Local governments plan medicine scholarships to tackle doctor shortage in remote districtsLocal units in Jumla, Jajarkot and Taplejung have launched programmes to produce doctors.
Following an increase in coronavirus cases, a Covid-19 hospital was established in Patarasi Rural Municipality in Jumla district last year. The hospital came as a huge relief to the people of the remote rural municipality which didn’t have any health facilities other than a health post.
However, the hospital couldn't function effectively due to the lack of adequate number of health workers, including doctors. Now the rural municipality has come up with a solution to the problem.
The executive council meeting of the rural municipality last month decided to fund the MBBS studies of one local student every year. Upon graduation, the beneficiary will need to serve at the local hospital for a few years, said Lachhiman Bohora, chairperson of the rural municipality.
“The pandemic has taught us a lesson that we direly need manpower for our health infrastructure,” Bohora told the Post. “So far, not a single person from our rural municipality has become a doctor.”
He said the rural municipality will bear the entire cost of MBBS studies of the students.
In Taplejung district, the Primary Health Centre at Sirijunga Rural Municipality is supposed to be manned by an MBBS doctor. However, no doctors deputed by the federal government have served there for more than a few months. In 2019, the health centre was without a doctor for seven months. Despite their several requests to the Ministry of Health and Population, no doctor showed up at the health centre.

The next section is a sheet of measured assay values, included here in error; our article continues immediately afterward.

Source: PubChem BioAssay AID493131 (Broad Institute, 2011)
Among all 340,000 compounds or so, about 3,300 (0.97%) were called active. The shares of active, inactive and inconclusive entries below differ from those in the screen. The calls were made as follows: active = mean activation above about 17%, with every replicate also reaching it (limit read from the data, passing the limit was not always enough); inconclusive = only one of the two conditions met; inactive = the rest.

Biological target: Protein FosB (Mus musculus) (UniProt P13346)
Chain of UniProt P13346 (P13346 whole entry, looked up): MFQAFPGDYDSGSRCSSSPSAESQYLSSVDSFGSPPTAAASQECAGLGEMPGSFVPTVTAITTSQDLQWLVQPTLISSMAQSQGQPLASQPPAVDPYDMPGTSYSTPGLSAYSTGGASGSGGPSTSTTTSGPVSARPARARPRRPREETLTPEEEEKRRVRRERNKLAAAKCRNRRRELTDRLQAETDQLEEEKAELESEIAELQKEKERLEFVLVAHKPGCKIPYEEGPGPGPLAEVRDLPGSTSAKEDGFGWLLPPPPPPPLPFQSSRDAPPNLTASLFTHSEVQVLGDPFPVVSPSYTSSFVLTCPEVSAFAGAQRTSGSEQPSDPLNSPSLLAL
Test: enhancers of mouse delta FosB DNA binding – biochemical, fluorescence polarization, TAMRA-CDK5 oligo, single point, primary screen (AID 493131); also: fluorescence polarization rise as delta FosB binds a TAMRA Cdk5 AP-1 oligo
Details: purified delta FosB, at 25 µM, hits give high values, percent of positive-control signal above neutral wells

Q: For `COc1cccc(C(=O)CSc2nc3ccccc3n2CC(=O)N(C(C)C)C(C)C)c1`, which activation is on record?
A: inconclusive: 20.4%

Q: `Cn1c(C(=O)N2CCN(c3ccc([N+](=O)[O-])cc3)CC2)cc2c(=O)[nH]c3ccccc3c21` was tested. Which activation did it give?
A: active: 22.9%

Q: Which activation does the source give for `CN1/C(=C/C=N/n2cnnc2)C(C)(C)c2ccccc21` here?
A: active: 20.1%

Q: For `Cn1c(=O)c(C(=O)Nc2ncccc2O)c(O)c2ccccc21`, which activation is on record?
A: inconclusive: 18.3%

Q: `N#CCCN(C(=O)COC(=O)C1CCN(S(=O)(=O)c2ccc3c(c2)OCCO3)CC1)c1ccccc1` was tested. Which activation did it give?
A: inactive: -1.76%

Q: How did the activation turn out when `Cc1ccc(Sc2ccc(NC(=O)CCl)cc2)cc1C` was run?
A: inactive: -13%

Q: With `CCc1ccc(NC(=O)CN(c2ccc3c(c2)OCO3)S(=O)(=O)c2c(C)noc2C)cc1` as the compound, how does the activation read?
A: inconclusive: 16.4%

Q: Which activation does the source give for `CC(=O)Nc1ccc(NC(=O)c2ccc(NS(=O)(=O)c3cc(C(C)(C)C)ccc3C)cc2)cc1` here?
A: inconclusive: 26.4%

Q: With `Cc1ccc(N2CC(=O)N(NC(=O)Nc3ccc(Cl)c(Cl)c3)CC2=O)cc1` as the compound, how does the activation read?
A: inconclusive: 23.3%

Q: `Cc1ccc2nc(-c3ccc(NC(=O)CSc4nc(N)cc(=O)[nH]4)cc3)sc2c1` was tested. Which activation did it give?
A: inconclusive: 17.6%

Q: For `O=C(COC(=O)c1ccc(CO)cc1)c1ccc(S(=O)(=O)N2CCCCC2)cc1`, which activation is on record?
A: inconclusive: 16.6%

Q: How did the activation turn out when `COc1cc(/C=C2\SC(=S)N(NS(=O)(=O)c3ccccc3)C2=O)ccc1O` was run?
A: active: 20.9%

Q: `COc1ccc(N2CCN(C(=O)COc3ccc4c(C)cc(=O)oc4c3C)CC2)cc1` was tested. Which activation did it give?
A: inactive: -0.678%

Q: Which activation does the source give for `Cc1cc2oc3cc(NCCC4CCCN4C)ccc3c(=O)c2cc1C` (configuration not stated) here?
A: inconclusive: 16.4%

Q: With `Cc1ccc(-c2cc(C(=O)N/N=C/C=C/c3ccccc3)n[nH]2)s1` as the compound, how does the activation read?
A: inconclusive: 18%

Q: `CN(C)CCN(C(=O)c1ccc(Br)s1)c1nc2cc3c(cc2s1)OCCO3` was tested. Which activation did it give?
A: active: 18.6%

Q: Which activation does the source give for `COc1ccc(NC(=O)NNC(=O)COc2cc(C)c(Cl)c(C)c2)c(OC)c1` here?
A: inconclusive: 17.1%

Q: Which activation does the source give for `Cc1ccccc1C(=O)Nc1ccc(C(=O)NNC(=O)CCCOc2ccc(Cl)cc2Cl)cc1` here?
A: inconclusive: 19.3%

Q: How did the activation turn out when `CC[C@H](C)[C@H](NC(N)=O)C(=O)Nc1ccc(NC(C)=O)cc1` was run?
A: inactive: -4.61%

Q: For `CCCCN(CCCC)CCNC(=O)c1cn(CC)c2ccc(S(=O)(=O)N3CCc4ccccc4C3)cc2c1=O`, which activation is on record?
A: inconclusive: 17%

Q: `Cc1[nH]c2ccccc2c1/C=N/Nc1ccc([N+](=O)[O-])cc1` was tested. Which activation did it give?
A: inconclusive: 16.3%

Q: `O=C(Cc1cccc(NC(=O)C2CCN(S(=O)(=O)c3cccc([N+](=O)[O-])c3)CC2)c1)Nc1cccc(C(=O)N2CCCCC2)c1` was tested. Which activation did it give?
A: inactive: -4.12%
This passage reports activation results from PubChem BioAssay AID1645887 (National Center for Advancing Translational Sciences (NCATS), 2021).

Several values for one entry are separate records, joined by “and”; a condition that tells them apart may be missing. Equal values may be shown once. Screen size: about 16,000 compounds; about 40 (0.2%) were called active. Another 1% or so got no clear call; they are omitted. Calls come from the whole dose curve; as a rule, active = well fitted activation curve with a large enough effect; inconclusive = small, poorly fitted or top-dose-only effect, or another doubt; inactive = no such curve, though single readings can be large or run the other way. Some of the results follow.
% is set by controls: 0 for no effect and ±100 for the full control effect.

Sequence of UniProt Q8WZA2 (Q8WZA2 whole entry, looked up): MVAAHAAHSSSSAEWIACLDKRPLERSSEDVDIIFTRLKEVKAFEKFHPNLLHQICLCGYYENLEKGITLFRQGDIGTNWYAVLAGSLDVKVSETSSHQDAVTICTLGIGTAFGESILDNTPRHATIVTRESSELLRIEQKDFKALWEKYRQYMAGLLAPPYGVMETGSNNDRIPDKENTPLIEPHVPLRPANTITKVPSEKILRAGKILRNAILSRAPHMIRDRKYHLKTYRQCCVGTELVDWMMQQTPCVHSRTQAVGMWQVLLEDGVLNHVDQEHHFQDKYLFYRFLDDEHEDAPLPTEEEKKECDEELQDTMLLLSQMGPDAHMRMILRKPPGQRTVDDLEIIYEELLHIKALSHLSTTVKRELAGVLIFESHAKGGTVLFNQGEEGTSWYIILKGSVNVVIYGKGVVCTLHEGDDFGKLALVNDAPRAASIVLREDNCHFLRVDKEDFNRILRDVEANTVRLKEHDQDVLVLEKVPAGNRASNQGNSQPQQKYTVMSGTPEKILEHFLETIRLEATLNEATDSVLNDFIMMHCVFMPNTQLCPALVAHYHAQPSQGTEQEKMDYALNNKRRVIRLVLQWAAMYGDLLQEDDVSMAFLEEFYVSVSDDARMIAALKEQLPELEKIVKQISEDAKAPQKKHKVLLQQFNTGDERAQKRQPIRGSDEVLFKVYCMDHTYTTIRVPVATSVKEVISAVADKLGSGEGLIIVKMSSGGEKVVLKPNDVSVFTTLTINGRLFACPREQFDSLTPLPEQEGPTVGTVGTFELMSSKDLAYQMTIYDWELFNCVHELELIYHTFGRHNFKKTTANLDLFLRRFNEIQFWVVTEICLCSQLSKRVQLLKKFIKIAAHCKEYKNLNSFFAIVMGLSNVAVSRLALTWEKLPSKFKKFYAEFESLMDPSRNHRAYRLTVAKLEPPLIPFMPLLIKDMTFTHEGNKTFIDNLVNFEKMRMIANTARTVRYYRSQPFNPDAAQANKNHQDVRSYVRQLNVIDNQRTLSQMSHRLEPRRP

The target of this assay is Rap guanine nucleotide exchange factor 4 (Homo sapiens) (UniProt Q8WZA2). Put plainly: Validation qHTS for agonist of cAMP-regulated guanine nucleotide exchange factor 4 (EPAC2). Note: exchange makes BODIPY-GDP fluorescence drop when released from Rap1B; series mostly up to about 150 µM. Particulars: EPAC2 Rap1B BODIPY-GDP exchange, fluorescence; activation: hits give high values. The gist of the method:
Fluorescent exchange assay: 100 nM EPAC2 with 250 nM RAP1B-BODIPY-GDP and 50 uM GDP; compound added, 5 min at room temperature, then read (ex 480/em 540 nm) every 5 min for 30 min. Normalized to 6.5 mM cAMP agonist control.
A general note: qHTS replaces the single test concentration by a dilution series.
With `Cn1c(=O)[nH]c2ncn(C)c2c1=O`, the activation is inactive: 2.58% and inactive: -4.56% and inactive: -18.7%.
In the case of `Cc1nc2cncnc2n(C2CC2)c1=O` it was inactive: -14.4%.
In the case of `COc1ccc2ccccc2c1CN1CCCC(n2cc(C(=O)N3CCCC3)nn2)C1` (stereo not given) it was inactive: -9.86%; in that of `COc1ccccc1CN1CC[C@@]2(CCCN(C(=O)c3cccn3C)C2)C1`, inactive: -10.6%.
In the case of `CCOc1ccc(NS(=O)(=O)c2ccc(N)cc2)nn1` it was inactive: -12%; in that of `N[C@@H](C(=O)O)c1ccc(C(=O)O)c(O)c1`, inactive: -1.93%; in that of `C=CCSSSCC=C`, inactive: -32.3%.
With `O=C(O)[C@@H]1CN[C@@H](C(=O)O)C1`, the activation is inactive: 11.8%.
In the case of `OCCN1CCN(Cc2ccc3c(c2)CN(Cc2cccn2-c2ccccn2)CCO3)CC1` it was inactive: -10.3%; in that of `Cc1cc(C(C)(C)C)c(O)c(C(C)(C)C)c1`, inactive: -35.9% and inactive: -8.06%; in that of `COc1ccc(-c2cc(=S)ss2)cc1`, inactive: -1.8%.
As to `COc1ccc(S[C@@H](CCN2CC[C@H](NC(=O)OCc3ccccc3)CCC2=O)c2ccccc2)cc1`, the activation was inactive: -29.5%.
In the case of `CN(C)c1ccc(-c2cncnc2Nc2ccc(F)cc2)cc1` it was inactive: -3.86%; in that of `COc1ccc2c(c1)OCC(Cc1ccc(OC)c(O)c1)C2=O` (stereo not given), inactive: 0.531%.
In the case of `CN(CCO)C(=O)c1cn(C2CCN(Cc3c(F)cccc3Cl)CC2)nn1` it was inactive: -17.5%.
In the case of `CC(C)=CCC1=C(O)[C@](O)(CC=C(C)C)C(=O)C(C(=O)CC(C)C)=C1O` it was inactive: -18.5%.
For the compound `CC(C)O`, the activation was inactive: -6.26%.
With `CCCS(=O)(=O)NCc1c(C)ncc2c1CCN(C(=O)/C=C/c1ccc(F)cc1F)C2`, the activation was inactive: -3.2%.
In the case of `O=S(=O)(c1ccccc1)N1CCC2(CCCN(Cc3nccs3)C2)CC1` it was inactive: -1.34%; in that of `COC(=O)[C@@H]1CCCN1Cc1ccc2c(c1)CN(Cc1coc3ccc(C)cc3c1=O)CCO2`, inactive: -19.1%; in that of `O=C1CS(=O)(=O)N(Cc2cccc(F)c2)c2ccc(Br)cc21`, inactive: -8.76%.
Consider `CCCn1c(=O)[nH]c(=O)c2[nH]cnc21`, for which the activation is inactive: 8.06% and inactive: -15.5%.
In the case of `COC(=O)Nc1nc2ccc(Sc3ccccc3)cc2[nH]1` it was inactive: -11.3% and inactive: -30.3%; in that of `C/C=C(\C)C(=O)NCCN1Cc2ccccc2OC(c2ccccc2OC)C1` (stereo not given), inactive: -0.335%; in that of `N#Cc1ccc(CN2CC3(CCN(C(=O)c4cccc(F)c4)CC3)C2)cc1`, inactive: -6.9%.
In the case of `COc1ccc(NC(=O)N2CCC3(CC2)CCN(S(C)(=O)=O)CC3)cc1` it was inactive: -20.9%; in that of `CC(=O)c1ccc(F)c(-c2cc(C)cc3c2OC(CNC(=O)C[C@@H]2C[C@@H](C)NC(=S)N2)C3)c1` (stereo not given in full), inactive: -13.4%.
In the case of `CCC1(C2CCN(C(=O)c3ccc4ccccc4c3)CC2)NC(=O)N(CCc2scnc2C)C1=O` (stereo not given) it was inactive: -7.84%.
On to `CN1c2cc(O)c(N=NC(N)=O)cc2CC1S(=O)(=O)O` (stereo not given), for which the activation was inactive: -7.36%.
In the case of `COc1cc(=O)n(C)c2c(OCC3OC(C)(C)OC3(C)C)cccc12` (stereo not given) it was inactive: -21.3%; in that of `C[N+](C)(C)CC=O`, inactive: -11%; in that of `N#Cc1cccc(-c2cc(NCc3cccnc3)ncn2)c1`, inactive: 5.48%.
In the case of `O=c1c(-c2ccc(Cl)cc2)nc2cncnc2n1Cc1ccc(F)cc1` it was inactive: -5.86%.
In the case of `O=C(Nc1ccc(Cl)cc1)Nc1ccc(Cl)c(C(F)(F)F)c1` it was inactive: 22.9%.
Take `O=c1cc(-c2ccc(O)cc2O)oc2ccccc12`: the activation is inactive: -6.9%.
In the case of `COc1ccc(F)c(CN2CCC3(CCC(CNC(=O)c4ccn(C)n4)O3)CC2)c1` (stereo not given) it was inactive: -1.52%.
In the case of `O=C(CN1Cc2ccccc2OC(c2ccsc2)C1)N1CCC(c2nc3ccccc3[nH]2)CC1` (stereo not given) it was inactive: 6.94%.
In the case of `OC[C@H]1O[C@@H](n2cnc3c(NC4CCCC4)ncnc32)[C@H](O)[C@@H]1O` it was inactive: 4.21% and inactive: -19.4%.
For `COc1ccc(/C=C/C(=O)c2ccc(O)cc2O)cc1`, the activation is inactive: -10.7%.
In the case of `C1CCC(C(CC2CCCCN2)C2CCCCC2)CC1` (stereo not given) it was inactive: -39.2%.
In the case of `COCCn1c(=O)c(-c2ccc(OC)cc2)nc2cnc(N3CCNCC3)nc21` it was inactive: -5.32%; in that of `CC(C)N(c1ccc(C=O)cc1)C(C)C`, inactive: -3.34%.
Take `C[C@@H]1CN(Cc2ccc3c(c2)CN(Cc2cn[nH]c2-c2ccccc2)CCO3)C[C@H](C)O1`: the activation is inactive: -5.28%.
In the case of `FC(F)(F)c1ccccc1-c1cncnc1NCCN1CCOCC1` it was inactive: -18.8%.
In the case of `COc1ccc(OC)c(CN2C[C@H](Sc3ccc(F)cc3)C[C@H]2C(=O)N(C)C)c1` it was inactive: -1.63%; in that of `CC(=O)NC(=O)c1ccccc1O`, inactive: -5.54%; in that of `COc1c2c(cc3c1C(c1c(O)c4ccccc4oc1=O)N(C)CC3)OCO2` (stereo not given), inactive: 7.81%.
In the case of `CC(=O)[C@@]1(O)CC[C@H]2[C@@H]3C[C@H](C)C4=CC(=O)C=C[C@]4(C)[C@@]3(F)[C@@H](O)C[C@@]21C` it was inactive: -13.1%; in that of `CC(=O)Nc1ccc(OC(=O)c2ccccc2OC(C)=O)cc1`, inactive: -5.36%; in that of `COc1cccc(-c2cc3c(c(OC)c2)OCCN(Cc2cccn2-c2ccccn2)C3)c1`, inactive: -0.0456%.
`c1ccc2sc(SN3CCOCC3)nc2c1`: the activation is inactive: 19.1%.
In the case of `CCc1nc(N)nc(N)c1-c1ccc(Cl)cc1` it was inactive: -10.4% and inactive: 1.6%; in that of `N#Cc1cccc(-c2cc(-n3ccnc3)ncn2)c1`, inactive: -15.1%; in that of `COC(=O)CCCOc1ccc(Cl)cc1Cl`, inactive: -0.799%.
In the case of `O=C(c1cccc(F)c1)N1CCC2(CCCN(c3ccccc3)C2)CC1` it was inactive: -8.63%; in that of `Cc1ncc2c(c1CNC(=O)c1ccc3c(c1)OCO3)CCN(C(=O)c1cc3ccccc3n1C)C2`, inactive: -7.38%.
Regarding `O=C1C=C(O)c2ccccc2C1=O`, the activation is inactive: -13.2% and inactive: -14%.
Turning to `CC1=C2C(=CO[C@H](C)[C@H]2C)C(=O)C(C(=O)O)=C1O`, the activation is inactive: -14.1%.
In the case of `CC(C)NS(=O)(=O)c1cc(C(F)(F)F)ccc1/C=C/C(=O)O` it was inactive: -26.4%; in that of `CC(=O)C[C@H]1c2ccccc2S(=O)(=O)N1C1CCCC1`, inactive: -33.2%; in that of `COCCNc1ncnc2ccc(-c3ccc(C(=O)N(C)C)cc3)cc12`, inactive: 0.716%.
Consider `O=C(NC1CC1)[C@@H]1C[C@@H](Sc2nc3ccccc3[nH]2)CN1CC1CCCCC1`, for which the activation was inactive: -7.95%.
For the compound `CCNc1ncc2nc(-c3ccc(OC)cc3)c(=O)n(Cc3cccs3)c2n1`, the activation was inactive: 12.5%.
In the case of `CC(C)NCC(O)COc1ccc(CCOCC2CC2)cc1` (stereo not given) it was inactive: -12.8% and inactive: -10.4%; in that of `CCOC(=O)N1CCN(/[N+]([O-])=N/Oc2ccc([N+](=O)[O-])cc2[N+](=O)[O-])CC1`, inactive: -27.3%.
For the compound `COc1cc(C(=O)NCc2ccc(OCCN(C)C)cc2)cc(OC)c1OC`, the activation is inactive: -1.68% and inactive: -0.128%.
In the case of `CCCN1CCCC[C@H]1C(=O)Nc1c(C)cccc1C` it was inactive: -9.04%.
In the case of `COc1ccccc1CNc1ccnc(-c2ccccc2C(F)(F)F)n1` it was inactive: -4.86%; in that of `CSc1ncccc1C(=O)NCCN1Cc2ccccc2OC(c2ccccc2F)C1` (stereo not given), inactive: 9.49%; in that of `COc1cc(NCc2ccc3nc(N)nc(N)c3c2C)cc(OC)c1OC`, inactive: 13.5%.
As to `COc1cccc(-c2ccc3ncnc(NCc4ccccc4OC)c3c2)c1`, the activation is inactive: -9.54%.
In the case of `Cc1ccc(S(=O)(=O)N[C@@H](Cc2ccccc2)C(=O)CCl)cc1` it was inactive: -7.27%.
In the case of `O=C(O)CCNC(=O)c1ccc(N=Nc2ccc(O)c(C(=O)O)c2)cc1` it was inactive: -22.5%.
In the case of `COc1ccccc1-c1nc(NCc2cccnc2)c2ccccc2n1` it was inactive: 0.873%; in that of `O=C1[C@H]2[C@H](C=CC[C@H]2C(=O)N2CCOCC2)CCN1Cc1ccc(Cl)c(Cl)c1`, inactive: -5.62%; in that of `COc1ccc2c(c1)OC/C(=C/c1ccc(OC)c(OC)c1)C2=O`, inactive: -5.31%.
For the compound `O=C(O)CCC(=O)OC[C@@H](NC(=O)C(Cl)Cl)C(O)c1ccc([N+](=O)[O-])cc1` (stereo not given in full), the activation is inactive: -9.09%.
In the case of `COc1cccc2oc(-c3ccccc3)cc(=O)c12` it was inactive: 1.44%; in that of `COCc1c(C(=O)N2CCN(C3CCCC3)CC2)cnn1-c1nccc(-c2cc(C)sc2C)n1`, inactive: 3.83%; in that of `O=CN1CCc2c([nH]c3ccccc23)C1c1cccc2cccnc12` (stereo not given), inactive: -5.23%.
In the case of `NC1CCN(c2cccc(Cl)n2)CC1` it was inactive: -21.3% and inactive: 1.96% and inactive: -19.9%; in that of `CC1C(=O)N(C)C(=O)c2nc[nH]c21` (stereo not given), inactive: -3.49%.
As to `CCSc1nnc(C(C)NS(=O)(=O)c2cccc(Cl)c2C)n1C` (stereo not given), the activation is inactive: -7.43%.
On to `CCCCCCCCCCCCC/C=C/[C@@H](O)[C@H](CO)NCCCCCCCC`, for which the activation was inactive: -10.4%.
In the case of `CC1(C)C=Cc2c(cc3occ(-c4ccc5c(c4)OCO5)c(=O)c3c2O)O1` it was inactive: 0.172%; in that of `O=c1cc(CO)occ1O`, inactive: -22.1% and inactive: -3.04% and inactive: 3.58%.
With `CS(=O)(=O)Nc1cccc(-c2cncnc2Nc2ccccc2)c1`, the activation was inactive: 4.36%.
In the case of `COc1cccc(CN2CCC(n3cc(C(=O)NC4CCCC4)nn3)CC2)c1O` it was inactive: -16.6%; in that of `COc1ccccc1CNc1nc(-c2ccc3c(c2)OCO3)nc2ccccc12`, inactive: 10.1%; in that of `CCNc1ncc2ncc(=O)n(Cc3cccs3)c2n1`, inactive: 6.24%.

“Then we hired a doctor by paying Rs 50,000 more than the government pay scale as the federal government was reluctant to depute one,” Tika Ram Gurung, chairperson of the rural municipality, told the Post. “However, we are not sure how long he will stay.” In December last year, Prime Minister KP Sharma Oli laid the foundations for 309 hospitals across the country. This includes a 10-bed hospital at Sirijunga.
Though the construction is set to begin shortly, officials at the rural municipality doubt that the government will supply any doctor to the hospital. So the rural municipality decided to sponsor a student from the rural municipality for his/her MBBS studies every year. In return s/he will have to work at the local hospital for two years.
“We believe our initiative will ensure that we have no dearth of doctors at our hospital,” said Gurung. “Covid-19 pandemic has taught a lesson that every local government should be equipped to deal with such a crisis in the future.”
The Chandannath Municipality in Jumla and Kushe Rural Municipality in Jajarkot are the other local governments that have followed suit.
According to Hom Kumar Shrestha, chairperson of the National Association of Rural Municipalities in Nepal, Covid-19 pandemic has exposed the country’s poor health system and prompted the local governments to take initiatives to better their health system without federal funding.
Along with the funding for MBBS studies, the local governments have increased their budget for improving their health facilities. “Improvement of health services is the priority of the majority of the local governments,” he told the Post.
Health experts have lauded the local units’ decision to fund MBBS studies of local students. They say local governments should also work to enhance the quality of education being imparted at schools.
“Students can pursue MBBS studies only after passing highly competitive entrance tests. So the local units need to focus on bolstering the educational base of their students so that they can pursue MBBS,” Dr GD Thakur, former joint secretary at the Ministry of Health of Population, told the Post. “It is also the moral responsibility of such MBBS graduates to pay back by serving in their local units.”
Every year over 200 students, selected through highly competitive screening tests, get the opportunity to study the MBBS degree on full scholarship. In return, they need to serve in rural Nepal for two years. However, many of them do not fulfil this requirement and either move abroad or work in Kathmandu and other cities.